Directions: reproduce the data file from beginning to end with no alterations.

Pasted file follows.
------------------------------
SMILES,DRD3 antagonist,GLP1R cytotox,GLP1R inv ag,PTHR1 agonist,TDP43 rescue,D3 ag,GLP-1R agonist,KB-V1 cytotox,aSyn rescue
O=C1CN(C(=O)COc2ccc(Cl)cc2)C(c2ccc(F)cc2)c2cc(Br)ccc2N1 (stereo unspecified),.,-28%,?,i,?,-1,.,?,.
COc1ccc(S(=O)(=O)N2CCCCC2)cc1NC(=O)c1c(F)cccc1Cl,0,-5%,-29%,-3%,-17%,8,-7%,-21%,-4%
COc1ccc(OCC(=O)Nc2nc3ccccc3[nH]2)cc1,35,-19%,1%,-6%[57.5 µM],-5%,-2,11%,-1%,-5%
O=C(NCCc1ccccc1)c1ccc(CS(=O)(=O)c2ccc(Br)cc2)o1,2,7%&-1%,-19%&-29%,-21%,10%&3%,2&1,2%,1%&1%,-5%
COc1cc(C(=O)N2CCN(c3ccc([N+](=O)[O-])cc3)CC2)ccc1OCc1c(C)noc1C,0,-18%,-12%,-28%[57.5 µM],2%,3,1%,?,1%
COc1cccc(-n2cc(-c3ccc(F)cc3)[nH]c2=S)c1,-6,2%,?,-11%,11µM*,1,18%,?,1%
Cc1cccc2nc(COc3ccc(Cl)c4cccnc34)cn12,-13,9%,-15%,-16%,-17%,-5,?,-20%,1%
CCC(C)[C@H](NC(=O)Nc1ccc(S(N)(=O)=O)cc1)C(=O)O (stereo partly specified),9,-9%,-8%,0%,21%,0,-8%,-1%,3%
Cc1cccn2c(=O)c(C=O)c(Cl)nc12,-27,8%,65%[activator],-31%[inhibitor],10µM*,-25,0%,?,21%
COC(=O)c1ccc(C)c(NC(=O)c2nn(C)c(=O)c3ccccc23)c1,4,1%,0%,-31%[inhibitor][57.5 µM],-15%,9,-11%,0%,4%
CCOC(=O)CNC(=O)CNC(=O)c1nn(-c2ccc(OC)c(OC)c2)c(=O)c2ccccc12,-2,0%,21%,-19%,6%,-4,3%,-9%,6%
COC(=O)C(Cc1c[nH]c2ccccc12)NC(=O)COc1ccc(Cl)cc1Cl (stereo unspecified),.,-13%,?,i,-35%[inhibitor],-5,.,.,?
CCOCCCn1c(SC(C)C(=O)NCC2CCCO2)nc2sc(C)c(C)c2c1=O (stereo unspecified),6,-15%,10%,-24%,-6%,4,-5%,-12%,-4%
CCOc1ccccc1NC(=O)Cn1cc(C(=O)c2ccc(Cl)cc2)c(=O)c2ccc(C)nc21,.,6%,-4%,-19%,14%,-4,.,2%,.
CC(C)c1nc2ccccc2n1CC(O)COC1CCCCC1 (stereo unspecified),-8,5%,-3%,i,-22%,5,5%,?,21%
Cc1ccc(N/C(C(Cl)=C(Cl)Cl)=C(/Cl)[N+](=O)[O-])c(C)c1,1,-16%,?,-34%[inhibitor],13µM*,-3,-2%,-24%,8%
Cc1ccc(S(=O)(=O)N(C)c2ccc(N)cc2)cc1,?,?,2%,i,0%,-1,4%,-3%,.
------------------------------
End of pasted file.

SMILES,DRD3 antagonist,GLP1R cytotox,GLP1R inv ag,PTHR1 agonist,TDP43 rescue,D3 ag,GLP-1R agonist,KB-V1 cytotox,aSyn rescue
O=C1CN(C(=O)COc2ccc(Cl)cc2)C(c2ccc(F)cc2)c2cc(Br)ccc2N1 (stereo unspecified),.,-28%,?,i,?,-1,.,?,.
COc1ccc(S(=O)(=O)N2CCCCC2)cc1NC(=O)c1c(F)cccc1Cl,0,-5%,-29%,-3%,-17%,8,-7%,-21%,-4%
COc1ccc(OCC(=O)Nc2nc3ccccc3[nH]2)cc1,35,-19%,1%,-6%[57.5 µM],-5%,-2,11%,-1%,-5%
O=C(NCCc1ccccc1)c1ccc(CS(=O)(=O)c2ccc(Br)cc2)o1,2,7%&-1%,-19%&-29%,-21%,10%&3%,2&1,2%,1%&1%,-5%
COc1cc(C(=O)N2CCN(c3ccc([N+](=O)[O-])cc3)CC2)ccc1OCc1c(C)noc1C,0,-18%,-12%,-28%[57.5 µM],2%,3,1%,?,1%
COc1cccc(-n2cc(-c3ccc(F)cc3)[nH]c2=S)c1,-6,2%,?,-11%,11µM*,1,18%,?,1%
Cc1cccc2nc(COc3ccc(Cl)c4cccnc34)cn12,-13,9%,-15%,-16%,-17%,-5,?,-20%,1%
CCC(C)[C@H](NC(=O)Nc1ccc(S(N)(=O)=O)cc1)C(=O)O (stereo partly specified),9,-9%,-8%,0%,21%,0,-8%,-1%,3%
Cc1cccn2c(=O)c(C=O)c(Cl)nc12,-27,8%,65%[activator],-31%[inhibitor],10µM*,-25,0%,?,21%
COC(=O)c1ccc(C)c(NC(=O)c2nn(C)c(=O)c3ccccc23)c1,4,1%,0%,-31%[inhibitor][57.5 µM],-15%,9,-11%,0%,4%
CCOC(=O)CNC(=O)CNC(=O)c1nn(-c2ccc(OC)c(OC)c2)c(=O)c2ccccc12,-2,0%,21%,-19%,6%,-4,3%,-9%,6%
COC(=O)C(Cc1c[nH]c2ccccc12)NC(=O)COc1ccc(Cl)cc1Cl (stereo unspecified),.,-13%,?,i,-35%[inhibitor],-5,.,.,?
CCOCCCn1c(SC(C)C(=O)NCC2CCCO2)nc2sc(C)c(C)c2c1=O (stereo unspecified),6,-15%,10%,-24%,-6%,4,-5%,-12%,-4%
CCOc1ccccc1NC(=O)Cn1cc(C(=O)c2ccc(Cl)cc2)c(=O)c2ccc(C)nc21,.,6%,-4%,-19%,14%,-4,.,2%,.
CC(C)c1nc2ccccc2n1CC(O)COC1CCCCC1 (stereo unspecified),-8,5%,-3%,i,-22%,5,5%,?,21%
Cc1ccc(N/C(C(Cl)=C(Cl)Cl)=C(/Cl)[N+](=O)[O-])c(C)c1,1,-16%,?,-34%[inhibitor],13µM*,-3,-2%,-24%,8%
Cc1ccc(S(=O)(=O)N(C)c2ccc(N)cc2)cc1,?,?,2%,i,0%,-1,4%,-3%,.